Ian Hamilton’s call to arms is ostensibly a response to the government categorizing off-licenses as an essential service – although I’d argue this does not mean the government deems alcohol essential, but rather that it should be essential to offer it to those who want it. They sell Dairy Milk in off-licenses, but this doesn’t mean they too are essential.

Hamilton’s suggestion that being able to buy booze at a petrol station but not to drink and drive suggests an “incoherent” governmental to alcohol is itself incoherent. It suggests buyers feel compelled to drink what they’ve bought as they drive off. Presumably, there are swathes of brickwork next to hardware stores absolutely dripping with Dulux.

Yet more troubling than the illogicality of Hamilton’s argument are the psychological and sociological consequences of forcing the UK should spend lockdown in Mormonesque sobriety.

Before that horse bolts, it’s important to say I’m not disputing the facts around excessive alcohol consumption (mental illness, kidney and liver damage, among others). Nor am I dismissing the World Health Organisation’s advice that alcohol has a negative effect on immunity, something we certainly don’t want during a pandemic. But it’s just as important to appreciate that there’s a spectrum of alcohol use.

I know what addiction feels like (and, thankfully, how sobriety does; a whole decade of it so far). I’m public about my past, and this has opened up hundreds of conversations. Many of the people I speak to want to know whether going above the government limit on units makes them a soak. It doesn’t – not least because this limit has been shown by those who came up with it to be arbitrary. It means you are one of millions of Britons who relax with a pint, a glass of wine, a G&T.

Alcohol dependence and using alcohol to cope are different beasts. Having a drink to unwind at the end of the day – particularly given the circumstances – doesn’t make you an alcoholic. Shaming and stigmatizing those who enjoy an occasional drink is likely to lead to more irresponsible drinking.

What we’re faced with right now is scary – and we need a way to collectively cope. So let’s have a drink – hell, let’s have two. A pandemic is not the moment to get on our high horses about one of the few things that make it more bearable.

If you think you’re showing symptoms of coronavirus, which include fever, shortness of breath, and cough, call your doctor before going to get tested. If you’re anxious about the virus’s spread in your community, visit the CDC for up-to-date information and resources, or seek out mental health support.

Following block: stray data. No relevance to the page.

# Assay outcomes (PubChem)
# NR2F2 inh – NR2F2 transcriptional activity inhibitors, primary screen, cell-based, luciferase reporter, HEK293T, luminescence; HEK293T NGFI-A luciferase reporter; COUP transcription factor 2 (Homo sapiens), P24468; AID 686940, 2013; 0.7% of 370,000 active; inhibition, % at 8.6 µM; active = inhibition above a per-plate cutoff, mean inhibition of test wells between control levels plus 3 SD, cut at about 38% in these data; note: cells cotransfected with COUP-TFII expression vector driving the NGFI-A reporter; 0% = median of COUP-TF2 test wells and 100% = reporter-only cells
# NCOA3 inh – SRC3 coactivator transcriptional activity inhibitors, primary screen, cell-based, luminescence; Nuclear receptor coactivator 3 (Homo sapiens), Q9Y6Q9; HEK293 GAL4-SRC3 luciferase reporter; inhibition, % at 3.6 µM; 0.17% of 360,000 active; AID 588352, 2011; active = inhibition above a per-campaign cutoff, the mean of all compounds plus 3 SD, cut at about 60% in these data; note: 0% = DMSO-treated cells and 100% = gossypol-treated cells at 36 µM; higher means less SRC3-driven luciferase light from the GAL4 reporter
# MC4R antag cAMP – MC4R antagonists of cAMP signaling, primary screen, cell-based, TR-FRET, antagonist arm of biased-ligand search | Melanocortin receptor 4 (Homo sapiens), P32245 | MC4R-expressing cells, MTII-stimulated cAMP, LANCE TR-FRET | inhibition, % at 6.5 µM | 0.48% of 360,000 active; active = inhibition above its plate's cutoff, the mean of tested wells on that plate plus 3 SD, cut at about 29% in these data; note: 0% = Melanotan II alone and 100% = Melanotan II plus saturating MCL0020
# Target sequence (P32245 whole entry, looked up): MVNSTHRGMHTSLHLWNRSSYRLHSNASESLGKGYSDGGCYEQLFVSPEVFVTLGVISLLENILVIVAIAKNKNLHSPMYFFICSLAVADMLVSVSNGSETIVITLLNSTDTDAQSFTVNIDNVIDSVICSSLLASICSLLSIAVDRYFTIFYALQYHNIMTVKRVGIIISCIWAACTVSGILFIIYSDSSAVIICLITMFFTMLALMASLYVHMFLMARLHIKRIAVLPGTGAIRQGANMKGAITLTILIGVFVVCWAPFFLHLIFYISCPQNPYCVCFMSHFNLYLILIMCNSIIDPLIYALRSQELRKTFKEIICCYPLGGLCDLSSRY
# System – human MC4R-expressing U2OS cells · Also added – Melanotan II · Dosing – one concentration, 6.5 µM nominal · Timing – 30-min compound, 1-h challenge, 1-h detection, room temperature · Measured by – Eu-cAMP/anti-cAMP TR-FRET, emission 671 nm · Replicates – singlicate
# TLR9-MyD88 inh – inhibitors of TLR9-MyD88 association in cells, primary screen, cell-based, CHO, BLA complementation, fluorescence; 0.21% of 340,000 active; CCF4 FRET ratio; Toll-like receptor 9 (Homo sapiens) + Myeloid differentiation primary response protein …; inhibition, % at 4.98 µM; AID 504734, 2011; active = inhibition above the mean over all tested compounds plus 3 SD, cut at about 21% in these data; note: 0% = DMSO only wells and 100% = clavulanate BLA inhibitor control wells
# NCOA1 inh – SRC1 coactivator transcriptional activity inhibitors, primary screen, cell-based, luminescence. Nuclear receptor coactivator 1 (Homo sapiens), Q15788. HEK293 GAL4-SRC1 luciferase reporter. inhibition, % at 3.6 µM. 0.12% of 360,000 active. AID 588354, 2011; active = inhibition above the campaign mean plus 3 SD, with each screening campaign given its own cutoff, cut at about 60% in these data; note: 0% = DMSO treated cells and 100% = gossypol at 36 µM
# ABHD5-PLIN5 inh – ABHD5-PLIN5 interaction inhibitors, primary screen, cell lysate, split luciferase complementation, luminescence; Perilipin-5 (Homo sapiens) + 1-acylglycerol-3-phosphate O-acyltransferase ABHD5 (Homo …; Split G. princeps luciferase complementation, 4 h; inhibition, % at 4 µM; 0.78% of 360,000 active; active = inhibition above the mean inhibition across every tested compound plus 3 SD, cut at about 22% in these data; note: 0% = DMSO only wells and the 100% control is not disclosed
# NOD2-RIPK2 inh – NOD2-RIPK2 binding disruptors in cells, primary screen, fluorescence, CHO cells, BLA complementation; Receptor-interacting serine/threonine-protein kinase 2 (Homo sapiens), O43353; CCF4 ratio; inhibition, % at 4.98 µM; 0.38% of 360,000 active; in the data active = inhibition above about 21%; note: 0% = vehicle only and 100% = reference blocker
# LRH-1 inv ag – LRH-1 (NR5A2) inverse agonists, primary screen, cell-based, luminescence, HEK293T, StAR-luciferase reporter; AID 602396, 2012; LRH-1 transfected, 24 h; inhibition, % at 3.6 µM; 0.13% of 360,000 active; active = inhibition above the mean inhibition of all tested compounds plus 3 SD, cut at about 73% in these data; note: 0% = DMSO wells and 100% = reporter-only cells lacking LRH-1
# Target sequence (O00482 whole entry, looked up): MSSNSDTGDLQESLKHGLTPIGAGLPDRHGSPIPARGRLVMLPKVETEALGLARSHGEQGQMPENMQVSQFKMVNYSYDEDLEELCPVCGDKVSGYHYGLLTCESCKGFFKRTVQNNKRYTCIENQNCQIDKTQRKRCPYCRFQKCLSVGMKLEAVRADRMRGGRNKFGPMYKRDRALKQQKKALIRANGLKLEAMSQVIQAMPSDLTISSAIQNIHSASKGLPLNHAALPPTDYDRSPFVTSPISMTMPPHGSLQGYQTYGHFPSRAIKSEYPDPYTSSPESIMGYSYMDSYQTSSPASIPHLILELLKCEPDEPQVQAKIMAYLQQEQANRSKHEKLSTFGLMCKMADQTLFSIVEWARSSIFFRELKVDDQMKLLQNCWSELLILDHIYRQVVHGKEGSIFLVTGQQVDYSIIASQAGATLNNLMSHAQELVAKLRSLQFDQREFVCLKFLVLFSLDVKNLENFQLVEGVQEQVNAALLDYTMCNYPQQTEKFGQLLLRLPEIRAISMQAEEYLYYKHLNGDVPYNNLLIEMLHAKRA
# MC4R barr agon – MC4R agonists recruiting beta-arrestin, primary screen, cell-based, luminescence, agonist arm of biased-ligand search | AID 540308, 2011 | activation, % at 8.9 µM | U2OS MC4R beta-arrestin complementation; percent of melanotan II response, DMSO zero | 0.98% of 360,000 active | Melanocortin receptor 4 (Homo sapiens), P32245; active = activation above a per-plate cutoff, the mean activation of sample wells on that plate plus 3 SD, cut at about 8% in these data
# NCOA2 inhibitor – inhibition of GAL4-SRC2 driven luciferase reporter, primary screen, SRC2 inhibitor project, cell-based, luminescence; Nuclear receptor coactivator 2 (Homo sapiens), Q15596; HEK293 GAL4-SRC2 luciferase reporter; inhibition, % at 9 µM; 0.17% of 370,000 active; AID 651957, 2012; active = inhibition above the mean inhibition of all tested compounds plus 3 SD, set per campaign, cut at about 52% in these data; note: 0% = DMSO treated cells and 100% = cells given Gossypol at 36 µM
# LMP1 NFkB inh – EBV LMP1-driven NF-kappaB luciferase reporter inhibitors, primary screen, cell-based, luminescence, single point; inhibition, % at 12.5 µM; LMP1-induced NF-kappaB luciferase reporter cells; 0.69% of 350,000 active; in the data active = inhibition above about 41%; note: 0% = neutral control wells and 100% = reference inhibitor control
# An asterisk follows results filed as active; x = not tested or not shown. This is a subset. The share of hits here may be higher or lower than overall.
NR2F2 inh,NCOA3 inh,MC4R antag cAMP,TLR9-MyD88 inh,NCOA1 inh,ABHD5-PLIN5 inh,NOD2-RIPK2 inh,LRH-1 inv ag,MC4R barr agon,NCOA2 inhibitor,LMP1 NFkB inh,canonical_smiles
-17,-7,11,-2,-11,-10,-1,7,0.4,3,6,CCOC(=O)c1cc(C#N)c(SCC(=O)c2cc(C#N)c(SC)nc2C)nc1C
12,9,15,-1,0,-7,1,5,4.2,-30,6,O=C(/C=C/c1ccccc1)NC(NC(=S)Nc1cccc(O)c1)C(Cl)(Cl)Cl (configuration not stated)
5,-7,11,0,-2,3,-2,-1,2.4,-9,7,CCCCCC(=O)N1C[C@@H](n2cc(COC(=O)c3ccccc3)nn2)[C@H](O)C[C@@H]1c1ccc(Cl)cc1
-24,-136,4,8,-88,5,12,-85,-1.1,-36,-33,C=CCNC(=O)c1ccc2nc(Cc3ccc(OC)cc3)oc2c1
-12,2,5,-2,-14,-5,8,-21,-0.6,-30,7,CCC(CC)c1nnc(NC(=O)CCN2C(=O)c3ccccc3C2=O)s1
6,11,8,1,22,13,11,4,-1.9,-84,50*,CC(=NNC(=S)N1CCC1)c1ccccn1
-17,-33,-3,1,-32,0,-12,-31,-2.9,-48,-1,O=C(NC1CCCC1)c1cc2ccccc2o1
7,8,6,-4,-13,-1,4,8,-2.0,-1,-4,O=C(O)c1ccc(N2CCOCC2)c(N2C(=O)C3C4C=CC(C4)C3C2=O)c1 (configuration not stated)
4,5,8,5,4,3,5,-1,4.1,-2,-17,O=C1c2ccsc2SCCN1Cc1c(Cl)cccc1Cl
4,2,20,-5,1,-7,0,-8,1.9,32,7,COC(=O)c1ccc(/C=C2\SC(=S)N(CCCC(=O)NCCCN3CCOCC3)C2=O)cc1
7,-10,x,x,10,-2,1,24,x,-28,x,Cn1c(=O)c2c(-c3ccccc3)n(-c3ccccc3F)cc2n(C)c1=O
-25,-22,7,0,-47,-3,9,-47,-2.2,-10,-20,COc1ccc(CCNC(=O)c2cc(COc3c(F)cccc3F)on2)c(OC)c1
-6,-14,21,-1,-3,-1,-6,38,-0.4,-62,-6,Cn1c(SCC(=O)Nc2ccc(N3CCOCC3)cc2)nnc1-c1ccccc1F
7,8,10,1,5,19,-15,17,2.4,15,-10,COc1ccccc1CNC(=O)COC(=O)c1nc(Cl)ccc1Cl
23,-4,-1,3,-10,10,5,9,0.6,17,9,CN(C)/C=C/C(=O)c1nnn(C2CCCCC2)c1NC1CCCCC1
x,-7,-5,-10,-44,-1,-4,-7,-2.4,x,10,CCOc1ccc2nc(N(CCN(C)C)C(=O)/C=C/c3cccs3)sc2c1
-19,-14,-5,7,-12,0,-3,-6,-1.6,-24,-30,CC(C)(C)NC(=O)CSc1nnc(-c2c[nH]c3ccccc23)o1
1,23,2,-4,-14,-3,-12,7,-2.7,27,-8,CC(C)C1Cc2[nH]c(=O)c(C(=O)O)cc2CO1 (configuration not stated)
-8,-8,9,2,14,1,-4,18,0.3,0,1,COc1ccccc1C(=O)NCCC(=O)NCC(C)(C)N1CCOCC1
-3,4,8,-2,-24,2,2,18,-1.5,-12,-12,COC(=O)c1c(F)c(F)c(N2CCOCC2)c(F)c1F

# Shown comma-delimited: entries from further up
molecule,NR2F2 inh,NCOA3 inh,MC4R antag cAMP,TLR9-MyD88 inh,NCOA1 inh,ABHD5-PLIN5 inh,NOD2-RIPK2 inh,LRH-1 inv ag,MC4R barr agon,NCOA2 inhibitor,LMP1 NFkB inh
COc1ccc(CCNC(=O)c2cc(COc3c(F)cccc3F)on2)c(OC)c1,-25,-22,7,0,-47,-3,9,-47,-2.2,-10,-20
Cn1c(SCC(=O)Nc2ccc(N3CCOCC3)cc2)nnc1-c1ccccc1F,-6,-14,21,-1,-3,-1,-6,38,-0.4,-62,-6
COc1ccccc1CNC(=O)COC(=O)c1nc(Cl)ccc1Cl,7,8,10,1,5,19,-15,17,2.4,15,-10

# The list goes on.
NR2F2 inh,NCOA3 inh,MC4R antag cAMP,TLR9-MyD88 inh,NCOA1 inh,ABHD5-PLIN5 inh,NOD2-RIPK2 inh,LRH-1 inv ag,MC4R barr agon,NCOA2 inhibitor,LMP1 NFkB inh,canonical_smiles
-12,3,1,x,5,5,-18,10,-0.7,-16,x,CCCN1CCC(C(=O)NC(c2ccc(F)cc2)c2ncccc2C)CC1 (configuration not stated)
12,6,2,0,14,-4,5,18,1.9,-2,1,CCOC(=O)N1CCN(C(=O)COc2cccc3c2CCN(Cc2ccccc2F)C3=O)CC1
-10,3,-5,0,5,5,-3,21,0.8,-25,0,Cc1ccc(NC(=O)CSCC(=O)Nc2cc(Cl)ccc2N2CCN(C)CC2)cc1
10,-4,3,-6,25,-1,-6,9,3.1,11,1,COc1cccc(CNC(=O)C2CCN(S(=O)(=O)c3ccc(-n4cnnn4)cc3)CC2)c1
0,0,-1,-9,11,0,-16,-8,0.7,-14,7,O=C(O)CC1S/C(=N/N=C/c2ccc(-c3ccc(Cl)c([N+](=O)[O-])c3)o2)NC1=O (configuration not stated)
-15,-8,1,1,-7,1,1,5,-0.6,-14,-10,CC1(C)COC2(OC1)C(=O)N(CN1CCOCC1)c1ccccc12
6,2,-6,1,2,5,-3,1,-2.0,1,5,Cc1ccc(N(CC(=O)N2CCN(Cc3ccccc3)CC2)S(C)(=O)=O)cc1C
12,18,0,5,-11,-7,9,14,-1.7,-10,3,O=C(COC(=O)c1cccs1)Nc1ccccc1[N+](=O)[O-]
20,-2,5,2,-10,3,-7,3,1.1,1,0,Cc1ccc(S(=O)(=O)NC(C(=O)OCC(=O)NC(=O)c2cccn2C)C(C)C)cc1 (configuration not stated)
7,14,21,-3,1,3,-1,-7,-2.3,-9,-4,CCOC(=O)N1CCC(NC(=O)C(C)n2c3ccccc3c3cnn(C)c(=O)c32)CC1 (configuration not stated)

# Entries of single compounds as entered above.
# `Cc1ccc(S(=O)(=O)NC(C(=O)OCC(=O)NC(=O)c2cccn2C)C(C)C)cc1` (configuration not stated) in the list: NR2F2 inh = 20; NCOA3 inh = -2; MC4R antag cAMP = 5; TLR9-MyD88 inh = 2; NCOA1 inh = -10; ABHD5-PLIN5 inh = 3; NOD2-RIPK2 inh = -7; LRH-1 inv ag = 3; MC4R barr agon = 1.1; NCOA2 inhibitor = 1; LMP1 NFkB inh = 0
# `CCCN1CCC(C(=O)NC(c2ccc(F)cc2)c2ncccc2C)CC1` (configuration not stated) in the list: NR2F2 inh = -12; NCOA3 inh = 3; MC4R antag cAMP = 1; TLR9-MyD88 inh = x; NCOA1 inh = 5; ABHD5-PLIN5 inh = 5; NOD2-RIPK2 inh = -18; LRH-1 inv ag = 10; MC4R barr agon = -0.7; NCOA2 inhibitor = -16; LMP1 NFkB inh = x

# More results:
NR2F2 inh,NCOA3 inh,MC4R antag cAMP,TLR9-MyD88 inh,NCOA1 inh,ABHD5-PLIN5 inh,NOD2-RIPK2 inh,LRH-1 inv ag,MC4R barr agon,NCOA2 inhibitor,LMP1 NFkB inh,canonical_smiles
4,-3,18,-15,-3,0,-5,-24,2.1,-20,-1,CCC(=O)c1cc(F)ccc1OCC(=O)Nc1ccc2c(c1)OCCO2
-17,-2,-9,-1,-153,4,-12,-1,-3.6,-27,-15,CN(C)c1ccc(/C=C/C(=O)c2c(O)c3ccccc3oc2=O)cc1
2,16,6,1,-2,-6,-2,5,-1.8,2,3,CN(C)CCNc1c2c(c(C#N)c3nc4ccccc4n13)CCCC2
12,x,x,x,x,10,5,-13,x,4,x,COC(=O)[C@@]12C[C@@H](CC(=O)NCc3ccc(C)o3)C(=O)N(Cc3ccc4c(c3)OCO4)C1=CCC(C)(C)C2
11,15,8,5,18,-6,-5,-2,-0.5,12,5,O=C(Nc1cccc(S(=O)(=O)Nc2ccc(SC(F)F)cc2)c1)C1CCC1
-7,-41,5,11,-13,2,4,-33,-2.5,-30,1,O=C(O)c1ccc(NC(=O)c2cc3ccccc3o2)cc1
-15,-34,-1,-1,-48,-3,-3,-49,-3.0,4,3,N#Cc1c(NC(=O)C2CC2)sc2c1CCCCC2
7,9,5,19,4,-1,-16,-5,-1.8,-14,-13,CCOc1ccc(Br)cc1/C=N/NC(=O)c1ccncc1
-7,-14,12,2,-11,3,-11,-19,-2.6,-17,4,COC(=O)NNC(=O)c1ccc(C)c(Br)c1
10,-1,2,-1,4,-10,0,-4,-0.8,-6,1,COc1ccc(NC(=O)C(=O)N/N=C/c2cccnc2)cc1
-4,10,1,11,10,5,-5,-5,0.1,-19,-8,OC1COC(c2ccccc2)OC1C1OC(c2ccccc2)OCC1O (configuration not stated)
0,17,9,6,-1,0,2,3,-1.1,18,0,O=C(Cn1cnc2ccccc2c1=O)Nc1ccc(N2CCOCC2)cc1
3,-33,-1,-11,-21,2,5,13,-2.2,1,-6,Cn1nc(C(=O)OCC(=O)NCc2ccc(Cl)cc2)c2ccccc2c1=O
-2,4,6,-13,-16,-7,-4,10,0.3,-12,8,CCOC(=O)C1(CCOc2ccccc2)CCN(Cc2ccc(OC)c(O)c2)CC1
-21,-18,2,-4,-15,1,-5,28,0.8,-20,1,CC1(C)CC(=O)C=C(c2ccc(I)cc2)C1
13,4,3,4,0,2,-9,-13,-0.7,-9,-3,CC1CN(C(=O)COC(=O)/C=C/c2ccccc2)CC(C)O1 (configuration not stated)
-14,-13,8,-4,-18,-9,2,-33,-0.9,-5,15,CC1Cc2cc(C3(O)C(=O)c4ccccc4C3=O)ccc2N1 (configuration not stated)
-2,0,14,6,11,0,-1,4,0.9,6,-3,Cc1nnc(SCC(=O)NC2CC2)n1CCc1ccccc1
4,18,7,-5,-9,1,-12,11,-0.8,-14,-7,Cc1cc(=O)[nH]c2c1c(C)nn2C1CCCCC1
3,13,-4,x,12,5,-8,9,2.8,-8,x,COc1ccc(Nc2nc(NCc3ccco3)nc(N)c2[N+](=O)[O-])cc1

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How To Shop For Wine Safely During the Coronavirus Outbreak

I’ve always thought of liquor stores as “essential businesses!”

You’ve stocked up on food staples, queued up what to watch on Netflix, and now, you’ve only got one thing left to do: figure out how to safely get wine during the coronavirus outbreak. Well, wash your hands and listen up from the appropriate social distance, because there are still plenty of safe ways for you to have that glass of pinot.

Is It Safe To Go To Liquor Stores?

Like shopping for groceries during the coronavirus outbreak or any other sort of public activity, buying alcohol from a store comes with some risk. Being in a crowded place — like a liquor store during peak hours — poses a greater possibility of coming in contact with someone who is infected and contracting the novel coronavirus. As person-to-person contact (through the transmission of infected respiratory droplets) appears to be how COVID-19 is primarily spreading, the Centers for Disease Control and Prevention has recommended gatherings over 10 people be canceled or postponed for at least the next few weeks. Limiting the number of shopping trips you make is likely the best option. And yes, that applies to liquor stores as well.

When you do go shopping, be mindful of what you touch and give fellow shoppers as much space as possible. And, in case it hasn’t been drilled into your brain already, don’t touch your face and wash your hands once you get home. If you want to be extra cautious, wipe down any bottles, cans, or products with non-porous surfaces you bought with soap and water or disinfectant.

Wine options may be limited as certain stores during the coronavirus outbreak.
Chris J Ratcliffe/Getty Images News/Getty Images

Can I Get Wine Delivered To My House?

Unless you live in Alabama, Oklahoma, and Utah, chances are good you can have wine shipped to your doorsteps. (Those three states are the only ones that specifically prohibit direct-to-consumer shipment of alcohol, per the National Conference of State Legistalurres’s page on the direct shipment of alcohol in the United States. Apologies to all Alabamians, Oklahomans, and Utahns.)

While many states have some restrictions on what kind of alcohol can be shipped directly to consumers and how — Delaware requires orders to be processed and shipped through licensed wholesalers and Rhode Island allows alcohol to be shipped but only when purchased on-site — most states allow beer and wine to be shipped straight to you.

Are Wine Delivery Services Safe?